Rideshare giant Uber books $21m penalty for misleading customers

Rideshare giant Uber books $21m penalty for misleading customers

US rideshare operator Uber has been slogged with $21 million in pecuniary penalties by the Federal Court of Australia after it determined the company had misled customers as to the price of certain rides and whether they would be charged for cancelling trips.

The decision, handed down today by Justice O’Bryan, is the result of Australian Competition and Consumer Commission (ACCC) legal action which commenced in April this year.

The ACCC alleged Uber engaged in misleading or deceptive conduct and breached Australian Consumer Law by making statements in its cancellation warning messages and Uber Taxi fare estimates.

Uber admitted to engaging in this conduct, and the Federal Court determined that its conduct warranted $21 million in penalties - $5 million less than what the ACCC was asking for.

According to the Federal Court, Uber made false or misleading representations and engaged in conduct that was misleading or deceptive by displaying an estimated fare range for an Uber Taxi trip, when in fact the price of the taxicab was actually more likely to be less than the lower range of the estimate.

The misleading taxi fare estimates were displayed between June 2018 and August 2020, after which the taxi ride option, available only in Sydney, was removed.

In addition, the court found Uber engaged in misleading or deceptive conduct by displaying to customers a message that they may be charged a small fee on cancellation of a trip via a warning with words to the effect of 'You may be charged a small fee since your driver is already on their way’. In fact, customers were not charged any fee at all as long as they cancelled the trip during the free cancellation period.

In September 2021, Uber amended its cancellation messaging for Uber services across Australia to ’You won’t be charged a cancellation fee’, if users seek to cancel during the free cancellation period. 

An example of the cancellation screen
An example of the cancellation screen

 

The $21 million fine payable to the Commonwealth of Australia comprises $3 million for the Uber Taxi contraventions, and $18 million for the cancellation fee conduct. A further $200,000 is payable to the ACCC to cover the watchdog’s legal fees.

The $3 million penalty is down from $8 million initially sought by the ACCC, as O’Bryan said it was ‘outside the range of penalties that could be considered appropriate in the circumstances of this case’.

“In all the circumstances of the case, I consider an appropriate aggregate penalty to be $3 million,” Justice O’Bryan said.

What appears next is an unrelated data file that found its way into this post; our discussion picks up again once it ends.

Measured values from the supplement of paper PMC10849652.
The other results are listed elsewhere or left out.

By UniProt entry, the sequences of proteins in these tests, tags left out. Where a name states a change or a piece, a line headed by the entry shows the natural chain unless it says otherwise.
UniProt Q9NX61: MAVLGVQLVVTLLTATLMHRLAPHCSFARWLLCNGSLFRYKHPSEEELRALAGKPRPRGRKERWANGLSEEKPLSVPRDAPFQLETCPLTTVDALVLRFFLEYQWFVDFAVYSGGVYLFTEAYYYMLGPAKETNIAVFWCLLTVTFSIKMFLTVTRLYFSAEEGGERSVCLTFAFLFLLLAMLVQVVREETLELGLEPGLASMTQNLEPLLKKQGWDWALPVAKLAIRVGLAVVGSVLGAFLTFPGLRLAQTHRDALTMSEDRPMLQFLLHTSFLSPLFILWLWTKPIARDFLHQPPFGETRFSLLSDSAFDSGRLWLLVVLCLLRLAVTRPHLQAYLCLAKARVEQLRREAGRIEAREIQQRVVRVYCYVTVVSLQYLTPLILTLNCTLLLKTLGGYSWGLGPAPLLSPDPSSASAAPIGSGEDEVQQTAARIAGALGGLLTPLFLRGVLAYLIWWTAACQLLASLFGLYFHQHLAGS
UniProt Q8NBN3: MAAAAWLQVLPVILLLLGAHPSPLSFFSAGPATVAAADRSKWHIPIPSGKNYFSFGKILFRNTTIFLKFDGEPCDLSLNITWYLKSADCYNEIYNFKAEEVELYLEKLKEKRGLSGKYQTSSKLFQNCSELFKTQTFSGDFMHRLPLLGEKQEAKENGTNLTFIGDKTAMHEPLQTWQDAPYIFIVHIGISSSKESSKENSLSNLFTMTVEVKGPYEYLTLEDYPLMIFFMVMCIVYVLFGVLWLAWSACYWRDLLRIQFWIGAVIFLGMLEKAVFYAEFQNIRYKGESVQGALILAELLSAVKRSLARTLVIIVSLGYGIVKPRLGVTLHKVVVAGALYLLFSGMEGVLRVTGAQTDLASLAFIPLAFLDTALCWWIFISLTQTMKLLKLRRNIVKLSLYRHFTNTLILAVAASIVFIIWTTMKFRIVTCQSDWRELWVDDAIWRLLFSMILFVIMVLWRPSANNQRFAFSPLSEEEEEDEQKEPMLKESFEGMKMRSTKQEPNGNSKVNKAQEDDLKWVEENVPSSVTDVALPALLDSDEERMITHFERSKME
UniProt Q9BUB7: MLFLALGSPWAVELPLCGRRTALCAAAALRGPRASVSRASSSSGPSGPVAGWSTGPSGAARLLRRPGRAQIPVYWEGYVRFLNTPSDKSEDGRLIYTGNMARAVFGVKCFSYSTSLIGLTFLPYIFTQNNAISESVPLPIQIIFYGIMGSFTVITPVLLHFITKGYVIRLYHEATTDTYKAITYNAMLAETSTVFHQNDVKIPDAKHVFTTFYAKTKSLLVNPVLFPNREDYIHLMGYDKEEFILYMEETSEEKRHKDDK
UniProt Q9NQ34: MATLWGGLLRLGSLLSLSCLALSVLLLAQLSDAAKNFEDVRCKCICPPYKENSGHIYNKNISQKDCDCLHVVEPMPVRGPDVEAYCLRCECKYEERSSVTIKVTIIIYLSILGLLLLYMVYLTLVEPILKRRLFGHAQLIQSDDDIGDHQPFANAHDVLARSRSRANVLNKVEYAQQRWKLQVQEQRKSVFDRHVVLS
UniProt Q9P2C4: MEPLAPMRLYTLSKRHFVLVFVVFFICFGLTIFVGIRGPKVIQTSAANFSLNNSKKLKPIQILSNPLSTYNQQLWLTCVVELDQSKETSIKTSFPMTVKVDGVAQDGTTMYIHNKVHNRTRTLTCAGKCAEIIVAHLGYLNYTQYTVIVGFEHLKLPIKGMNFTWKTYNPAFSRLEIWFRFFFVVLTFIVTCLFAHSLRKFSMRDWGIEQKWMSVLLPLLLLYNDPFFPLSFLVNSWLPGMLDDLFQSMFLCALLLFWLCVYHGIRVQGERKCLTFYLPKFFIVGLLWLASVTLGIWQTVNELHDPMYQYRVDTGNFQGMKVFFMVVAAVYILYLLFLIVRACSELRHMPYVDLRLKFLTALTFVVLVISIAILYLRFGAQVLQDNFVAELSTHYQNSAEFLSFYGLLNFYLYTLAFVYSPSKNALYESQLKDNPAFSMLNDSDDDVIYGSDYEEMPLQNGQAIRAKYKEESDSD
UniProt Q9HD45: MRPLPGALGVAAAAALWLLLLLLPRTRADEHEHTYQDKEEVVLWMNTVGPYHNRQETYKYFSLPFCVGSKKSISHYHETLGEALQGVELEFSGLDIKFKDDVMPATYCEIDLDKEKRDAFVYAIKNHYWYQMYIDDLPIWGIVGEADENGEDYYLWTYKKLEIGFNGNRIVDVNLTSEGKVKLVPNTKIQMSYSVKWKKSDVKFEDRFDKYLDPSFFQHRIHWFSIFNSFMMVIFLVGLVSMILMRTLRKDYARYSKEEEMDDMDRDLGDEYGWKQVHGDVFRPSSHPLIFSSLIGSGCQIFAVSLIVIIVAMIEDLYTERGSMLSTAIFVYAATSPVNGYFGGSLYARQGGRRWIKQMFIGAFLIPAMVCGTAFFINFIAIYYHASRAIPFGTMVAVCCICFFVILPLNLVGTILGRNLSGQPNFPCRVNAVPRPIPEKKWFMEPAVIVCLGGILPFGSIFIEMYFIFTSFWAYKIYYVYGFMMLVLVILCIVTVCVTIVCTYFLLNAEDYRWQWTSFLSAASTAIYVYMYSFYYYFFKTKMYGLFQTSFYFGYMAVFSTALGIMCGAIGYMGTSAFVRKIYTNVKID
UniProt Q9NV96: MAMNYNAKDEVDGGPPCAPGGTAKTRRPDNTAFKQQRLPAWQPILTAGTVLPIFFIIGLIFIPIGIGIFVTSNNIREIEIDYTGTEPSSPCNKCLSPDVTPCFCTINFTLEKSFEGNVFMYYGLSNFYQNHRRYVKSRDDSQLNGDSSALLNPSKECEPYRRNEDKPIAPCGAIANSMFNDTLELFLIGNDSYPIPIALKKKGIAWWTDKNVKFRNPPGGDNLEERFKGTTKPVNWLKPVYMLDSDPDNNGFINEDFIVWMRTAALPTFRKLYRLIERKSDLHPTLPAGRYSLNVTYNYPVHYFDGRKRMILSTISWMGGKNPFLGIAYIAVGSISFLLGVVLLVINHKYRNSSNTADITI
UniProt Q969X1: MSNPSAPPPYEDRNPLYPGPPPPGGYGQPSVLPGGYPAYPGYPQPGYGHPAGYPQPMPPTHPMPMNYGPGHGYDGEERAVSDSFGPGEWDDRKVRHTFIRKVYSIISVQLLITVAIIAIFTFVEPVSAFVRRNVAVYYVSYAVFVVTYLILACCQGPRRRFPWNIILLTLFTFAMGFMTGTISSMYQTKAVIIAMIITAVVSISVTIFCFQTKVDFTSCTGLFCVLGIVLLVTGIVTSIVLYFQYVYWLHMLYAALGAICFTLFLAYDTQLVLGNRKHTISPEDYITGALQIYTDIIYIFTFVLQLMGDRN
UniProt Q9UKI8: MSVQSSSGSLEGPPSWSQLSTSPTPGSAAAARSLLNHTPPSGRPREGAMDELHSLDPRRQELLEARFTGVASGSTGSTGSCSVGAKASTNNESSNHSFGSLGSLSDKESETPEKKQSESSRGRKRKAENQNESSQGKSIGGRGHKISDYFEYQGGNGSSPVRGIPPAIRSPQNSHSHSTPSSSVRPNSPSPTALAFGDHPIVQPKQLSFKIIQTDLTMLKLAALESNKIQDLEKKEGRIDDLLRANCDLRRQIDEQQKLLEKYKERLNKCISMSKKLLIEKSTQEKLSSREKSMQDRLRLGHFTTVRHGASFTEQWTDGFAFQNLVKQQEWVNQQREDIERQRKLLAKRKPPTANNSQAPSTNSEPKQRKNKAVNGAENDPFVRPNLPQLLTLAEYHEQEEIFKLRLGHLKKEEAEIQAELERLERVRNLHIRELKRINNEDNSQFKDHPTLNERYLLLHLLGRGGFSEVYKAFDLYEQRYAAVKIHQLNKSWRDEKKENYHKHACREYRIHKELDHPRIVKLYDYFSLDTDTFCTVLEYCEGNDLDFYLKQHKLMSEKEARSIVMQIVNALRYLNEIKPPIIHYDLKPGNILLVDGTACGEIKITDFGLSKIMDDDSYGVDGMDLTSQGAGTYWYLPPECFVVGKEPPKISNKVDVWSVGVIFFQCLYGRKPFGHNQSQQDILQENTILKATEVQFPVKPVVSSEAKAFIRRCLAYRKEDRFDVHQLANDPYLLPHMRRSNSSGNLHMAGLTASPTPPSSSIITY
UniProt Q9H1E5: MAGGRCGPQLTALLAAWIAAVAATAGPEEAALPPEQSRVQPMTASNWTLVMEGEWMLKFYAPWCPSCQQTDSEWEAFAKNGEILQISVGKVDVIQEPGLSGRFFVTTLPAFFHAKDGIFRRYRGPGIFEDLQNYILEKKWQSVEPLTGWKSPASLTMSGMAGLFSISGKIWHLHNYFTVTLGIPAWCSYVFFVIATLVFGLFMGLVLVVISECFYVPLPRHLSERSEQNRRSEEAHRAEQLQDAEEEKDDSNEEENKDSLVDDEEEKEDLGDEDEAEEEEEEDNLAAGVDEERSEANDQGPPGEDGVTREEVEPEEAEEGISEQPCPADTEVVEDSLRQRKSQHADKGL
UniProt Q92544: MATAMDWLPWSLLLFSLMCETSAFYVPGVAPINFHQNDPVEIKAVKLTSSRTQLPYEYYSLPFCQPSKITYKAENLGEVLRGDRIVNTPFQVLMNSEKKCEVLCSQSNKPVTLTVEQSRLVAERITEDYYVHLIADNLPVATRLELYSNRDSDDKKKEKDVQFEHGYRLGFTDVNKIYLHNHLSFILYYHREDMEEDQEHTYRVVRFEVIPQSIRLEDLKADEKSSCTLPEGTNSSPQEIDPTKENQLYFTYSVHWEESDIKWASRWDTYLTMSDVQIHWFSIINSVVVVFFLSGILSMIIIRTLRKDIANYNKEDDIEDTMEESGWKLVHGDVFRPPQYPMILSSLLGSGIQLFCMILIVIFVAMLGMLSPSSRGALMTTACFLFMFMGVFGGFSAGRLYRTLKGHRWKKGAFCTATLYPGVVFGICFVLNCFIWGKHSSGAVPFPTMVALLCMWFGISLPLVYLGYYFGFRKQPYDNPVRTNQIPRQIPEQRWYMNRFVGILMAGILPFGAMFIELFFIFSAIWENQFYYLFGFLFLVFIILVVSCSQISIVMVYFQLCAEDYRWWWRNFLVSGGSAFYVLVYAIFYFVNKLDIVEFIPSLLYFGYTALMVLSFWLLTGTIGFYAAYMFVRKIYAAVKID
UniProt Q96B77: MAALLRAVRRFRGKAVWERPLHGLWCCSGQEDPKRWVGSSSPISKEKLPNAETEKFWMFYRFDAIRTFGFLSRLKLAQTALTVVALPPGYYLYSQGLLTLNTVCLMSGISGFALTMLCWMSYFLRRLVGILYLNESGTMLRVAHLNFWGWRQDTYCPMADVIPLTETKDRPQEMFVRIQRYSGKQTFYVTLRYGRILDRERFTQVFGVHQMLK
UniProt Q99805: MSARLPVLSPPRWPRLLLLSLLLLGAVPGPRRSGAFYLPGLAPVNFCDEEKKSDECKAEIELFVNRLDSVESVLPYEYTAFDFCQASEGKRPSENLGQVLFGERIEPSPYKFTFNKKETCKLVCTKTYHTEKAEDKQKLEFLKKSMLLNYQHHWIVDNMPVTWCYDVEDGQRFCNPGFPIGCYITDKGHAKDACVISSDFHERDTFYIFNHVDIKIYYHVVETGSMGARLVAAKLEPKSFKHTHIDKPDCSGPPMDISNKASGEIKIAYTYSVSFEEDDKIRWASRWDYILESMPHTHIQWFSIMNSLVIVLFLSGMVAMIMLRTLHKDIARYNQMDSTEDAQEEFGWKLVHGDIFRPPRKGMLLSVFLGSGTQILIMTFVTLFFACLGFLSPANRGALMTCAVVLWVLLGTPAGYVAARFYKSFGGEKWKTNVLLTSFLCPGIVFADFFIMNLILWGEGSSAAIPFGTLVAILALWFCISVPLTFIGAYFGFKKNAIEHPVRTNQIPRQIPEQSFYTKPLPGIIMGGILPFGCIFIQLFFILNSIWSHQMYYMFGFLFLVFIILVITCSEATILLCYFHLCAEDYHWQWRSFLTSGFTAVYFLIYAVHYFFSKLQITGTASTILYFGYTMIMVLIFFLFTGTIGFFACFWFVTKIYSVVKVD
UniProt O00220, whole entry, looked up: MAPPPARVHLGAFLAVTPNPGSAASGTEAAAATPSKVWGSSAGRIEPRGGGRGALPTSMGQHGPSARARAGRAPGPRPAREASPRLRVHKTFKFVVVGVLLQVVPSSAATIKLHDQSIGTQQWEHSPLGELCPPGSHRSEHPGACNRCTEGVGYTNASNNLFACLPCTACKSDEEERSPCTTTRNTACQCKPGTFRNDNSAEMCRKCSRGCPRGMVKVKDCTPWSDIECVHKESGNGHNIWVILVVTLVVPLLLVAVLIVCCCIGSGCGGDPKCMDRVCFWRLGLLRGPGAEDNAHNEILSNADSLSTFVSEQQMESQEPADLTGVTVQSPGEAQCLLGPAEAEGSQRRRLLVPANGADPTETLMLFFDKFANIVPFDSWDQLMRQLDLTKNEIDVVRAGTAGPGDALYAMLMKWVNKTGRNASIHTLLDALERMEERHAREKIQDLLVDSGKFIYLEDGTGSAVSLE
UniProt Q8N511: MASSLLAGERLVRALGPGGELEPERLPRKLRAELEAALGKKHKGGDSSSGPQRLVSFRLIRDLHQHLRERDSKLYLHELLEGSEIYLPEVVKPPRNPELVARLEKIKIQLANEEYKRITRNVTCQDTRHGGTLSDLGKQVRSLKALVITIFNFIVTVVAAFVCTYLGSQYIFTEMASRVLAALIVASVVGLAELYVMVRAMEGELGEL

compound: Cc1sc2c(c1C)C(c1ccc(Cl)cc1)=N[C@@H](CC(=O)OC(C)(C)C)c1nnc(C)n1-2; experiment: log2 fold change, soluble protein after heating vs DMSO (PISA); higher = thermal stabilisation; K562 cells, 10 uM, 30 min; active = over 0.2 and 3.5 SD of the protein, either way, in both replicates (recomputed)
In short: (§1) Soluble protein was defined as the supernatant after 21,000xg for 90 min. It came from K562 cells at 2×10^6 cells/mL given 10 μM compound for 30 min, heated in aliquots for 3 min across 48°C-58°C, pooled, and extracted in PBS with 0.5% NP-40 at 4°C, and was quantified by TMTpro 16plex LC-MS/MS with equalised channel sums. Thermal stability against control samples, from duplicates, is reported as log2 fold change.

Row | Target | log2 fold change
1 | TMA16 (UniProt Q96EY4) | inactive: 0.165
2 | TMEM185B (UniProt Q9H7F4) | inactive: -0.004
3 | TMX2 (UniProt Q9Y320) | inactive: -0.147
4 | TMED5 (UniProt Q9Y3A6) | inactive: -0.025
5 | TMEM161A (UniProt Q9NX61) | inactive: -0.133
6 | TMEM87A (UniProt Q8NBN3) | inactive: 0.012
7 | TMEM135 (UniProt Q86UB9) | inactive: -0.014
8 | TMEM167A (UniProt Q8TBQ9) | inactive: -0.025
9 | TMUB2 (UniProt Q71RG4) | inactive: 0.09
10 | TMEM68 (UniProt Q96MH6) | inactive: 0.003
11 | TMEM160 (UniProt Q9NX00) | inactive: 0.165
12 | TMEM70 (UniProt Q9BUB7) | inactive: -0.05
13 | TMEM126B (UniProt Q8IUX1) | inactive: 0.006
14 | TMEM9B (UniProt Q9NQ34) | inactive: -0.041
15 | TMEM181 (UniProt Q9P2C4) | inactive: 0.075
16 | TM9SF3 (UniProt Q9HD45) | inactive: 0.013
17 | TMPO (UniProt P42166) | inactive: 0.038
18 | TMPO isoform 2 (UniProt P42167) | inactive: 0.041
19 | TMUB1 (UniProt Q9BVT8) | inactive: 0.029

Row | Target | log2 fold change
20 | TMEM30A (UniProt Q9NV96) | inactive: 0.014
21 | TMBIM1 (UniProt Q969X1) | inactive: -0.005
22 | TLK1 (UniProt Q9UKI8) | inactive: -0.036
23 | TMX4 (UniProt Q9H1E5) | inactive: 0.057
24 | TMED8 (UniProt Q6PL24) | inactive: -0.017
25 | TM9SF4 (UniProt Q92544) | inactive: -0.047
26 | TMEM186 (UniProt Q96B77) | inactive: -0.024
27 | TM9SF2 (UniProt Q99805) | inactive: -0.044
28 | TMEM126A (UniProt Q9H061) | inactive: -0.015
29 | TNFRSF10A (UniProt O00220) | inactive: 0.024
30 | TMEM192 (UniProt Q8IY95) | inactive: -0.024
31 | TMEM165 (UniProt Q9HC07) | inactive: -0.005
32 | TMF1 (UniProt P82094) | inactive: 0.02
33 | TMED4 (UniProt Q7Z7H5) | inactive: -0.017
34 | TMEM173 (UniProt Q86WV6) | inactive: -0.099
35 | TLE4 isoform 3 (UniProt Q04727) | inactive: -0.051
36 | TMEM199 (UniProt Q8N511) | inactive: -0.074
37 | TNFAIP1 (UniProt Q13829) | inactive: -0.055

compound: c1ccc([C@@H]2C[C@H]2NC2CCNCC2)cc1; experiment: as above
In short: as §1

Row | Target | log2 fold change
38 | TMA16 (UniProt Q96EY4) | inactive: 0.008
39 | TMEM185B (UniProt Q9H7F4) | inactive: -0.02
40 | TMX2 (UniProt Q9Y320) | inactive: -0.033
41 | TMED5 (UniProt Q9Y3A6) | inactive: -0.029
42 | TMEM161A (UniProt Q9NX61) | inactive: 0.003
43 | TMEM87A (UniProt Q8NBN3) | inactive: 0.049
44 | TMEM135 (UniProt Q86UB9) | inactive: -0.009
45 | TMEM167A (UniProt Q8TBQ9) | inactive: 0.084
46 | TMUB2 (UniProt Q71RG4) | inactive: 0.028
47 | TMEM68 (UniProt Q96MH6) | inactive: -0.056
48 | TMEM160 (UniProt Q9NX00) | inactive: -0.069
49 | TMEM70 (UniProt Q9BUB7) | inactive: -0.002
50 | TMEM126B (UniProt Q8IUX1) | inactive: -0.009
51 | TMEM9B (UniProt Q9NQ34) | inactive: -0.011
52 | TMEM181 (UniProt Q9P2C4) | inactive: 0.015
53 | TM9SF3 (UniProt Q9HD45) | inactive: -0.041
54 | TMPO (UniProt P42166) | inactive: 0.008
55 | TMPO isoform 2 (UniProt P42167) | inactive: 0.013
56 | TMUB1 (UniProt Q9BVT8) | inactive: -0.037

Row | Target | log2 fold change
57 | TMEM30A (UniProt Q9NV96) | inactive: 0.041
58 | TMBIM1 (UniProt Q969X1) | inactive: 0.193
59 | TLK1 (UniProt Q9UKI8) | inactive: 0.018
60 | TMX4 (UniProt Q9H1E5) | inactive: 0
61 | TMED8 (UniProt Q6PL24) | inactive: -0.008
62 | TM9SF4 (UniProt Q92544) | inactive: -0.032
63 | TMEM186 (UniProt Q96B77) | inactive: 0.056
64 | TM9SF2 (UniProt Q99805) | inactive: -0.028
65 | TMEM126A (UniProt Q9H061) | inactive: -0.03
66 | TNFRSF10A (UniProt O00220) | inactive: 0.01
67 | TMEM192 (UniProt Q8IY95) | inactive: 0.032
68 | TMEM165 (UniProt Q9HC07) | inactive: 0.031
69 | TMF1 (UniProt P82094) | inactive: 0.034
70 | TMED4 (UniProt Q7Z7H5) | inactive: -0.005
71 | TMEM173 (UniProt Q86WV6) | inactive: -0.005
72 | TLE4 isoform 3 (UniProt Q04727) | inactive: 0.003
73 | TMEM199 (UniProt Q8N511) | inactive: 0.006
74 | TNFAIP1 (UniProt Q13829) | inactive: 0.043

“Although it is only one metric, an aggregate penalty of $3 million is roughly equivalent to an estimate of aggregate average fares paid by consumers in respect of UberTaxi trips in respect of which the UberTaxi Representation was made.

“However, I consider a penalty of $18 million for the contraventions arising from the Cancellation Representations to be an appropriate penalty, albeit at the high end of the range of appropriate penalties.”

Uber was also ordered by consent to implement a compliance program, not to make similar representations about cancellation fees to consumers for the next three years, and to publish a corrective notice on its website.

ACCC chair Gina Cass-Gottlieb said the penalty reflected the seriousness of Uber's conduct.

"This $21 million penalty clearly signals to businesses that misleading consumers about the cost of a product or service is a serious matter which can attract substantial penalties,” Cass-Gottlieb said.

"We note Justice O’Bryan’s statement that the ordered penalty should not be understood as any reduction in the Court’s resolve to impose penalties appropriate to achieve the statutory objective of deterring contraventions of the Australian Consumer Law.”

“We took this important case because we understand that consumers rely on apps, like the Uber app, to provide accurate information to inform their purchasing decisions because they cannot independently check or monitor whether the information displayed is accurate."

Uber Australia apologised to impacted customers in a statement issued this afternoon.

"We value the important work the ACCC carries out on behalf of Aussie consumers, and we worked closely with them throughout their almost two-year investigation," Uber Australia said.

"We apologise to our riders for the mistakes we made, and we have since proactively made changes to our platform based on the concerns raised with us. This includes discontinuing the UberTAXI option in 2020 and changing our cancellation messaging to make it clear exactly when cancellation charges will or will not apply, so that riders always have certainty. 

"As always, we will continue to listen to the feedback from driver partners and the millions of Australians who take rides with Uber to deliver the best possible experience."

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